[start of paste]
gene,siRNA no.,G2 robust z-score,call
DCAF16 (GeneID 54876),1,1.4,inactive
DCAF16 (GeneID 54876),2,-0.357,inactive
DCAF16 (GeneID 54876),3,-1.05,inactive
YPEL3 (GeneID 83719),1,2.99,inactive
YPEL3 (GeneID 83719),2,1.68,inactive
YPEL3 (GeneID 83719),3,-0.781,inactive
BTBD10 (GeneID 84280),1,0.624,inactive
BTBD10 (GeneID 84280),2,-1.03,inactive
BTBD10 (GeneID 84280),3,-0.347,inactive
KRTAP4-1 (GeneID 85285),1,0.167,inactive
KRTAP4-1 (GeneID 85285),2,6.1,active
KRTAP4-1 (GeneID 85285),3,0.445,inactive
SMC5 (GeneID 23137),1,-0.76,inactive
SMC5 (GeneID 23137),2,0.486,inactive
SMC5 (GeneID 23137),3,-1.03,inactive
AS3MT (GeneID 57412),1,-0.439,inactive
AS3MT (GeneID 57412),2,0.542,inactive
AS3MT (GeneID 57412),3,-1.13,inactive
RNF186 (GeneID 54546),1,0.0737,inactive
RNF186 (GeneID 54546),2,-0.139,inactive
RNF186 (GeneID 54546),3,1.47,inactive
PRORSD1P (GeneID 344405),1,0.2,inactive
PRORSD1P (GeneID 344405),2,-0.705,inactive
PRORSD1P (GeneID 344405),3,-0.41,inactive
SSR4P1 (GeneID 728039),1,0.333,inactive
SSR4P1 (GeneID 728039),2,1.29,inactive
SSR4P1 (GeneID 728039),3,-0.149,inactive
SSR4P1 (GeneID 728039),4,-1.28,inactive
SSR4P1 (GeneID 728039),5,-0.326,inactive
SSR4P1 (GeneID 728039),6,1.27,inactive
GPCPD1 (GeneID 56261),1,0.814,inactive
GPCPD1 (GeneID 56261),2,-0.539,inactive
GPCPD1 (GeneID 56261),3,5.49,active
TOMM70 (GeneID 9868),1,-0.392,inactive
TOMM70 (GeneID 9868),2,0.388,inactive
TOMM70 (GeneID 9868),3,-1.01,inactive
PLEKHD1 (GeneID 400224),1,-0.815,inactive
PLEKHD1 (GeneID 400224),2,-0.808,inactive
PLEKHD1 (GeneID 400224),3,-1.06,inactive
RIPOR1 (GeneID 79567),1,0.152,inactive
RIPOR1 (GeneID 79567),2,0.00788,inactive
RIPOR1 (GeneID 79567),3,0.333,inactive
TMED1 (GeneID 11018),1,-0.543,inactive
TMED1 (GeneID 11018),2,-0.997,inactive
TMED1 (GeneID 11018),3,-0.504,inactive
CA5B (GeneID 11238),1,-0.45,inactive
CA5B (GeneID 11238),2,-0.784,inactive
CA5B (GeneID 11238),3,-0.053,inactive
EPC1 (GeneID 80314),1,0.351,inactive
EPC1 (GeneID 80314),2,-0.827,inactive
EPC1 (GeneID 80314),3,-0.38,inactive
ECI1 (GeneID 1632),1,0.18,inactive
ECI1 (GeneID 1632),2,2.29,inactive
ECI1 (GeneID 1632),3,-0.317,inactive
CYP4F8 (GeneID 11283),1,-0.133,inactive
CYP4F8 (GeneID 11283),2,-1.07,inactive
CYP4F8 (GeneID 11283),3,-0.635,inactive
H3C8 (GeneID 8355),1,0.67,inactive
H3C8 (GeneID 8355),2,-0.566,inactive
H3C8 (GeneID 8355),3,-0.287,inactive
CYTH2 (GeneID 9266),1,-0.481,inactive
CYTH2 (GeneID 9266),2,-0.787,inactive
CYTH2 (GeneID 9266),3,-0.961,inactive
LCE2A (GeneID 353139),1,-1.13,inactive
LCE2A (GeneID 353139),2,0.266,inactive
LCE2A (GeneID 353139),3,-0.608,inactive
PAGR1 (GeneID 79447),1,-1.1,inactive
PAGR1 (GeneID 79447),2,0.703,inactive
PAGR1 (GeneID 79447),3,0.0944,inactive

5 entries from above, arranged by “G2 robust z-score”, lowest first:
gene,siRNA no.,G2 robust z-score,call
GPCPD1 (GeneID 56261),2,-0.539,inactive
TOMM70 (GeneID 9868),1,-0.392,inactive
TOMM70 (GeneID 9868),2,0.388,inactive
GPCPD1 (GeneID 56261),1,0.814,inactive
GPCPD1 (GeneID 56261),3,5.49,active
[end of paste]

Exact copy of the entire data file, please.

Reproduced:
gene,siRNA no.,G2 robust z-score,call
DCAF16 (GeneID 54876),1,1.4,inactive
DCAF16 (GeneID 54876),2,-0.357,inactive
DCAF16 (GeneID 54876),3,-1.05,inactive
YPEL3 (GeneID 83719),1,2.99,inactive
YPEL3 (GeneID 83719),2,1.68,inactive
YPEL3 (GeneID 83719),3,-0.781,inactive
BTBD10 (GeneID 84280),1,0.624,inactive
BTBD10 (GeneID 84280),2,-1.03,inactive
BTBD10 (GeneID 84280),3,-0.347,inactive
KRTAP4-1 (GeneID 85285),1,0.167,inactive
KRTAP4-1 (GeneID 85285),2,6.1,active
KRTAP4-1 (GeneID 85285),3,0.445,inactive
SMC5 (GeneID 23137),1,-0.76,inactive
SMC5 (GeneID 23137),2,0.486,inactive
SMC5 (GeneID 23137),3,-1.03,inactive
AS3MT (GeneID 57412),1,-0.439,inactive
AS3MT (GeneID 57412),2,0.542,inactive
AS3MT (GeneID 57412),3,-1.13,inactive
RNF186 (GeneID 54546),1,0.0737,inactive
RNF186 (GeneID 54546),2,-0.139,inactive
RNF186 (GeneID 54546),3,1.47,inactive
PRORSD1P (GeneID 344405),1,0.2,inactive
PRORSD1P (GeneID 344405),2,-0.705,inactive
PRORSD1P (GeneID 344405),3,-0.41,inactive
SSR4P1 (GeneID 728039),1,0.333,inactive
SSR4P1 (GeneID 728039),2,1.29,inactive
SSR4P1 (GeneID 728039),3,-0.149,inactive
SSR4P1 (GeneID 728039),4,-1.28,inactive
SSR4P1 (GeneID 728039),5,-0.326,inactive
SSR4P1 (GeneID 728039),6,1.27,inactive
GPCPD1 (GeneID 56261),1,0.814,inactive
GPCPD1 (GeneID 56261),2,-0.539,inactive
GPCPD1 (GeneID 56261),3,5.49,active
TOMM70 (GeneID 9868),1,-0.392,inactive
TOMM70 (GeneID 9868),2,0.388,inactive
TOMM70 (GeneID 9868),3,-1.01,inactive
PLEKHD1 (GeneID 400224),1,-0.815,inactive
PLEKHD1 (GeneID 400224),2,-0.808,inactive
PLEKHD1 (GeneID 400224),3,-1.06,inactive
RIPOR1 (GeneID 79567),1,0.152,inactive
RIPOR1 (GeneID 79567),2,0.00788,inactive
RIPOR1 (GeneID 79567),3,0.333,inactive
TMED1 (GeneID 11018),1,-0.543,inactive
TMED1 (GeneID 11018),2,-0.997,inactive
TMED1 (GeneID 11018),3,-0.504,inactive
CA5B (GeneID 11238),1,-0.45,inactive
CA5B (GeneID 11238),2,-0.784,inactive
CA5B (GeneID 11238),3,-0.053,inactive
EPC1 (GeneID 80314),1,0.351,inactive
EPC1 (GeneID 80314),2,-0.827,inactive
EPC1 (GeneID 80314),3,-0.38,inactive
ECI1 (GeneID 1632),1,0.18,inactive
ECI1 (GeneID 1632),2,2.29,inactive
ECI1 (GeneID 1632),3,-0.317,inactive
CYP4F8 (GeneID 11283),1,-0.133,inactive
CYP4F8 (GeneID 11283),2,-1.07,inactive
CYP4F8 (GeneID 11283),3,-0.635,inactive
H3C8 (GeneID 8355),1,0.67,inactive
H3C8 (GeneID 8355),2,-0.566,inactive
H3C8 (GeneID 8355),3,-0.287,inactive
CYTH2 (GeneID 9266),1,-0.481,inactive
CYTH2 (GeneID 9266),2,-0.787,inactive
CYTH2 (GeneID 9266),3,-0.961,inactive
LCE2A (GeneID 353139),1,-1.13,inactive
LCE2A (GeneID 353139),2,0.266,inactive
LCE2A (GeneID 353139),3,-0.608,inactive
PAGR1 (GeneID 79447),1,-1.1,inactive
PAGR1 (GeneID 79447),2,0.703,inactive
PAGR1 (GeneID 79447),3,0.0944,inactive

5 entries from above, arranged by “G2 robust z-score”, lowest first:
gene,siRNA no.,G2 robust z-score,call
GPCPD1 (GeneID 56261),2,-0.539,inactive
TOMM70 (GeneID 9868),1,-0.392,inactive
TOMM70 (GeneID 9868),2,0.388,inactive
GPCPD1 (GeneID 56261),1,0.814,inactive
GPCPD1 (GeneID 56261),3,5.49,active